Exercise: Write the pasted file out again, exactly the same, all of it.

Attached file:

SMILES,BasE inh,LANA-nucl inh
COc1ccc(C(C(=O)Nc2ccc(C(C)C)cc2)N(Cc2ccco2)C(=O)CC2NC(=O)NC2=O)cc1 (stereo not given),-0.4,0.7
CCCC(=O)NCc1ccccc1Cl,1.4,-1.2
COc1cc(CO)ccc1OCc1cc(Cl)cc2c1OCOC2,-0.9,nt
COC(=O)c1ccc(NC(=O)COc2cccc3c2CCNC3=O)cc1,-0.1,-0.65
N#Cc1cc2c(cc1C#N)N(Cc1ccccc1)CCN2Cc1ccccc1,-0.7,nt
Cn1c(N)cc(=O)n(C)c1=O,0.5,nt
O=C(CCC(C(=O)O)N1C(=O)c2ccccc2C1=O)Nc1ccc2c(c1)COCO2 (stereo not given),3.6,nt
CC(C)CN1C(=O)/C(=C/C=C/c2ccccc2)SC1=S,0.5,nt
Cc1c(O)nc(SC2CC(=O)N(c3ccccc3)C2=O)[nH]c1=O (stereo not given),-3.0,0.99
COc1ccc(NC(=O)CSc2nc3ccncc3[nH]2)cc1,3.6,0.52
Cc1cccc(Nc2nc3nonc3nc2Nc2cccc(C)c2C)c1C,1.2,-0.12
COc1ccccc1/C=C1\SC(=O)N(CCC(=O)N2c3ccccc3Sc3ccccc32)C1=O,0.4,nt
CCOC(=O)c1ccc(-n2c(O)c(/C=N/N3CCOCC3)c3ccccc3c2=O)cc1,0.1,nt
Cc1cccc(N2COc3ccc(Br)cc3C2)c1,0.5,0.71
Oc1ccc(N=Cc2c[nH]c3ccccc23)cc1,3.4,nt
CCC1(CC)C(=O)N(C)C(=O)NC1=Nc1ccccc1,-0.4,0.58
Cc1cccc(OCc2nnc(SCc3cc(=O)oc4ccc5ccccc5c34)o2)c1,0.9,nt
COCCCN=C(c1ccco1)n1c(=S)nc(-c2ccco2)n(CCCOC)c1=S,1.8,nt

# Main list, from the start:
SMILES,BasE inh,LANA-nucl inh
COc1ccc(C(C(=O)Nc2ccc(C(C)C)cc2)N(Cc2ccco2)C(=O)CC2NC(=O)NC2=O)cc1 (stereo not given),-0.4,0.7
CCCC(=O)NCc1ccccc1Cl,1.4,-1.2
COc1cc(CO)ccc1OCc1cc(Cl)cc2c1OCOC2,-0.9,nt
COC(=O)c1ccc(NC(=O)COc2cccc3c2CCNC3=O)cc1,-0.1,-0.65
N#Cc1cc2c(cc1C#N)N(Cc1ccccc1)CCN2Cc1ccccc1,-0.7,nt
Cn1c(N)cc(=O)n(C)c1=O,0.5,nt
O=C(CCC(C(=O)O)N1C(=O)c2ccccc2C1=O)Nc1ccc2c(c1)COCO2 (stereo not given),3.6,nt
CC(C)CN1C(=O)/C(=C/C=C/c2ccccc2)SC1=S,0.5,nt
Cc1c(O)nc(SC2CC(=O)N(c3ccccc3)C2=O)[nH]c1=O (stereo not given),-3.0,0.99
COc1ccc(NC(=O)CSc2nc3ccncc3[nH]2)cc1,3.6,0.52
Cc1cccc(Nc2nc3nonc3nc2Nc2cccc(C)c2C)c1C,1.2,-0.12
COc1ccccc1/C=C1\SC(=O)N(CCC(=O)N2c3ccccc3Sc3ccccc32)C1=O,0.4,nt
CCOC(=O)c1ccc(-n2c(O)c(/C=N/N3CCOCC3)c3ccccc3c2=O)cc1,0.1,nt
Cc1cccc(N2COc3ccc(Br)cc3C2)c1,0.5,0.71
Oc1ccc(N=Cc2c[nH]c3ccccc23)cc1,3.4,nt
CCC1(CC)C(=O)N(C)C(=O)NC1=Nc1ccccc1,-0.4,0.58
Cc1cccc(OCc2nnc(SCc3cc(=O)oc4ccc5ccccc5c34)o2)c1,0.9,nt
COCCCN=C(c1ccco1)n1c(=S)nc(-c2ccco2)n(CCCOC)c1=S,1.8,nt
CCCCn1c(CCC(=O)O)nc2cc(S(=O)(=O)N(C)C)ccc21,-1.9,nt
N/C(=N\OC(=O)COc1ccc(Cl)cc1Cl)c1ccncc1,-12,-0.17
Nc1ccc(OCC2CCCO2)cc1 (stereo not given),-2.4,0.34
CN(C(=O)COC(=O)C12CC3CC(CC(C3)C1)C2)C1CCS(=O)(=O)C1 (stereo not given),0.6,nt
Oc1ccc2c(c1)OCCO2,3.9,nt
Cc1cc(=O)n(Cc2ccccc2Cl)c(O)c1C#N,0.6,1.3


SMILES,BasE inh,LANA-nucl inh
COc1ccc(C(C(=O)Nc2ccc(C(C)C)cc2)N(Cc2ccco2)C(=O)CC2NC(=O)NC2=O)cc1 (stereo not given),-0.4,0.7
CCCC(=O)NCc1ccccc1Cl,1.4,-1.2
COc1cc(CO)ccc1OCc1cc(Cl)cc2c1OCOC2,-0.9,nt
COC(=O)c1ccc(NC(=O)COc2cccc3c2CCNC3=O)cc1,-0.1,-0.65
N#Cc1cc2c(cc1C#N)N(Cc1ccccc1)CCN2Cc1ccccc1,-0.7,nt
Cn1c(N)cc(=O)n(C)c1=O,0.5,nt
O=C(CCC(C(=O)O)N1C(=O)c2ccccc2C1=O)Nc1ccc2c(c1)COCO2 (stereo not given),3.6,nt
CC(C)CN1C(=O)/C(=C/C=C/c2ccccc2)SC1=S,0.5,nt
Cc1c(O)nc(SC2CC(=O)N(c3ccccc3)C2=O)[nH]c1=O (stereo not given),-3.0,0.99
COc1ccc(NC(=O)CSc2nc3ccncc3[nH]2)cc1,3.6,0.52
Cc1cccc(Nc2nc3nonc3nc2Nc2cccc(C)c2C)c1C,1.2,-0.12
COc1ccccc1/C=C1\SC(=O)N(CCC(=O)N2c3ccccc3Sc3ccccc32)C1=O,0.4,nt
CCOC(=O)c1ccc(-n2c(O)c(/C=N/N3CCOCC3)c3ccccc3c2=O)cc1,0.1,nt
Cc1cccc(N2COc3ccc(Br)cc3C2)c1,0.5,0.71
Oc1ccc(N=Cc2c[nH]c3ccccc23)cc1,3.4,nt
CCC1(CC)C(=O)N(C)C(=O)NC1=Nc1ccccc1,-0.4,0.58
Cc1cccc(OCc2nnc(SCc3cc(=O)oc4ccc5ccccc5c34)o2)c1,0.9,nt
COCCCN=C(c1ccco1)n1c(=S)nc(-c2ccco2)n(CCCOC)c1=S,1.8,nt

# Main list, from the start:
SMILES,BasE inh,LANA-nucl inh
COc1ccc(C(C(=O)Nc2ccc(C(C)C)cc2)N(Cc2ccco2)C(=O)CC2NC(=O)NC2=O)cc1 (stereo not given),-0.4,0.7
CCCC(=O)NCc1ccccc1Cl,1.4,-1.2
COc1cc(CO)ccc1OCc1cc(Cl)cc2c1OCOC2,-0.9,nt
COC(=O)c1ccc(NC(=O)COc2cccc3c2CCNC3=O)cc1,-0.1,-0.65
N#Cc1cc2c(cc1C#N)N(Cc1ccccc1)CCN2Cc1ccccc1,-0.7,nt
Cn1c(N)cc(=O)n(C)c1=O,0.5,nt
O=C(CCC(C(=O)O)N1C(=O)c2ccccc2C1=O)Nc1ccc2c(c1)COCO2 (stereo not given),3.6,nt
CC(C)CN1C(=O)/C(=C/C=C/c2ccccc2)SC1=S,0.5,nt
Cc1c(O)nc(SC2CC(=O)N(c3ccccc3)C2=O)[nH]c1=O (stereo not given),-3.0,0.99
COc1ccc(NC(=O)CSc2nc3ccncc3[nH]2)cc1,3.6,0.52
Cc1cccc(Nc2nc3nonc3nc2Nc2cccc(C)c2C)c1C,1.2,-0.12
COc1ccccc1/C=C1\SC(=O)N(CCC(=O)N2c3ccccc3Sc3ccccc32)C1=O,0.4,nt
CCOC(=O)c1ccc(-n2c(O)c(/C=N/N3CCOCC3)c3ccccc3c2=O)cc1,0.1,nt
Cc1cccc(N2COc3ccc(Br)cc3C2)c1,0.5,0.71
Oc1ccc(N=Cc2c[nH]c3ccccc23)cc1,3.4,nt
CCC1(CC)C(=O)N(C)C(=O)NC1=Nc1ccccc1,-0.4,0.58
Cc1cccc(OCc2nnc(SCc3cc(=O)oc4ccc5ccccc5c34)o2)c1,0.9,nt
COCCCN=C(c1ccco1)n1c(=S)nc(-c2ccco2)n(CCCOC)c1=S,1.8,nt
CCCCn1c(CCC(=O)O)nc2cc(S(=O)(=O)N(C)C)ccc21,-1.9,nt
N/C(=N\OC(=O)COc1ccc(Cl)cc1Cl)c1ccncc1,-12,-0.17
Nc1ccc(OCC2CCCO2)cc1 (stereo not given),-2.4,0.34
CN(C(=O)COC(=O)C12CC3CC(CC(C3)C1)C2)C1CCS(=O)(=O)C1 (stereo not given),0.6,nt
Oc1ccc2c(c1)OCCO2,3.9,nt
Cc1cc(=O)n(Cc2ccccc2Cl)c(O)c1C#N,0.6,1.3